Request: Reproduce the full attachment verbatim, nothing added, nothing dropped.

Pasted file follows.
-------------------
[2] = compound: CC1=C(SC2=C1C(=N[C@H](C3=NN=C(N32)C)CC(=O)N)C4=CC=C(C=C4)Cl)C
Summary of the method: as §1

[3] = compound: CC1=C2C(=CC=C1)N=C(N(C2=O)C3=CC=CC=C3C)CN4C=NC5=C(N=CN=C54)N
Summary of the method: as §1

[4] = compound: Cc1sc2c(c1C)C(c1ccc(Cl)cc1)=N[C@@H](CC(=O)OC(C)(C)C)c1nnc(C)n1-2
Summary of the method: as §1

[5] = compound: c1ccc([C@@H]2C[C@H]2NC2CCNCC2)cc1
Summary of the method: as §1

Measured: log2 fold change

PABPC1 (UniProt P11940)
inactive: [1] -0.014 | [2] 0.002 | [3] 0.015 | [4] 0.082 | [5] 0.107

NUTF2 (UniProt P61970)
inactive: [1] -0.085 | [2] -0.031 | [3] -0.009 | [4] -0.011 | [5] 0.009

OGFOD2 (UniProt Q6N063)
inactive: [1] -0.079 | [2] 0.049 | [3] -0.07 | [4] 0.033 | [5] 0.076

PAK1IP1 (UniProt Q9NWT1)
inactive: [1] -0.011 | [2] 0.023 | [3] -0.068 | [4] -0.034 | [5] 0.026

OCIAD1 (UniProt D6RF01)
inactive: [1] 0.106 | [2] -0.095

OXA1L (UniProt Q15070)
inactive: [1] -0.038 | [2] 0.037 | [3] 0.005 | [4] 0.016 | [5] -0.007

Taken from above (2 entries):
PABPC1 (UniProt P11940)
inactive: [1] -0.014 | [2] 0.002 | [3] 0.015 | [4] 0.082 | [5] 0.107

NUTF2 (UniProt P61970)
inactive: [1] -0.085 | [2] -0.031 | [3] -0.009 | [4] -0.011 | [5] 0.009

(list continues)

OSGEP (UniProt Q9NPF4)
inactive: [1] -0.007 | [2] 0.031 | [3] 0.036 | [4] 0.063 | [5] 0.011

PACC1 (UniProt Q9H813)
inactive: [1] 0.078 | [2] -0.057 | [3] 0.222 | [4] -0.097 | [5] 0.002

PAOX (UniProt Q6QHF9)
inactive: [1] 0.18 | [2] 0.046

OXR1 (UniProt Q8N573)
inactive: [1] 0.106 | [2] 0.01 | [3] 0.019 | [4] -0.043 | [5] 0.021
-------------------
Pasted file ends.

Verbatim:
[2] = compound: CC1=C(SC2=C1C(=N[C@H](C3=NN=C(N32)C)CC(=O)N)C4=CC=C(C=C4)Cl)C
Summary of the method: as §1

[3] = compound: CC1=C2C(=CC=C1)N=C(N(C2=O)C3=CC=CC=C3C)CN4C=NC5=C(N=CN=C54)N
Summary of the method: as §1

[4] = compound: Cc1sc2c(c1C)C(c1ccc(Cl)cc1)=N[C@@H](CC(=O)OC(C)(C)C)c1nnc(C)n1-2
Summary of the method: as §1

[5] = compound: c1ccc([C@@H]2C[C@H]2NC2CCNCC2)cc1
Summary of the method: as §1

Measured: log2 fold change

PABPC1 (UniProt P11940)
inactive: [1] -0.014 | [2] 0.002 | [3] 0.015 | [4] 0.082 | [5] 0.107

NUTF2 (UniProt P61970)
inactive: [1] -0.085 | [2] -0.031 | [3] -0.009 | [4] -0.011 | [5] 0.009

OGFOD2 (UniProt Q6N063)
inactive: [1] -0.079 | [2] 0.049 | [3] -0.07 | [4] 0.033 | [5] 0.076

PAK1IP1 (UniProt Q9NWT1)
inactive: [1] -0.011 | [2] 0.023 | [3] -0.068 | [4] -0.034 | [5] 0.026

OCIAD1 (UniProt D6RF01)
inactive: [1] 0.106 | [2] -0.095

OXA1L (UniProt Q15070)
inactive: [1] -0.038 | [2] 0.037 | [3] 0.005 | [4] 0.016 | [5] -0.007

Taken from above (2 entries):
PABPC1 (UniProt P11940)
inactive: [1] -0.014 | [2] 0.002 | [3] 0.015 | [4] 0.082 | [5] 0.107

NUTF2 (UniProt P61970)
inactive: [1] -0.085 | [2] -0.031 | [3] -0.009 | [4] -0.011 | [5] 0.009

(list continues)

OSGEP (UniProt Q9NPF4)
inactive: [1] -0.007 | [2] 0.031 | [3] 0.036 | [4] 0.063 | [5] 0.011

PACC1 (UniProt Q9H813)
inactive: [1] 0.078 | [2] -0.057 | [3] 0.222 | [4] -0.097 | [5] 0.002

PAOX (UniProt Q6QHF9)
inactive: [1] 0.18 | [2] 0.046

OXR1 (UniProt Q8N573)
inactive: [1] 0.106 | [2] 0.01 | [3] 0.019 | [4] -0.043 | [5] 0.021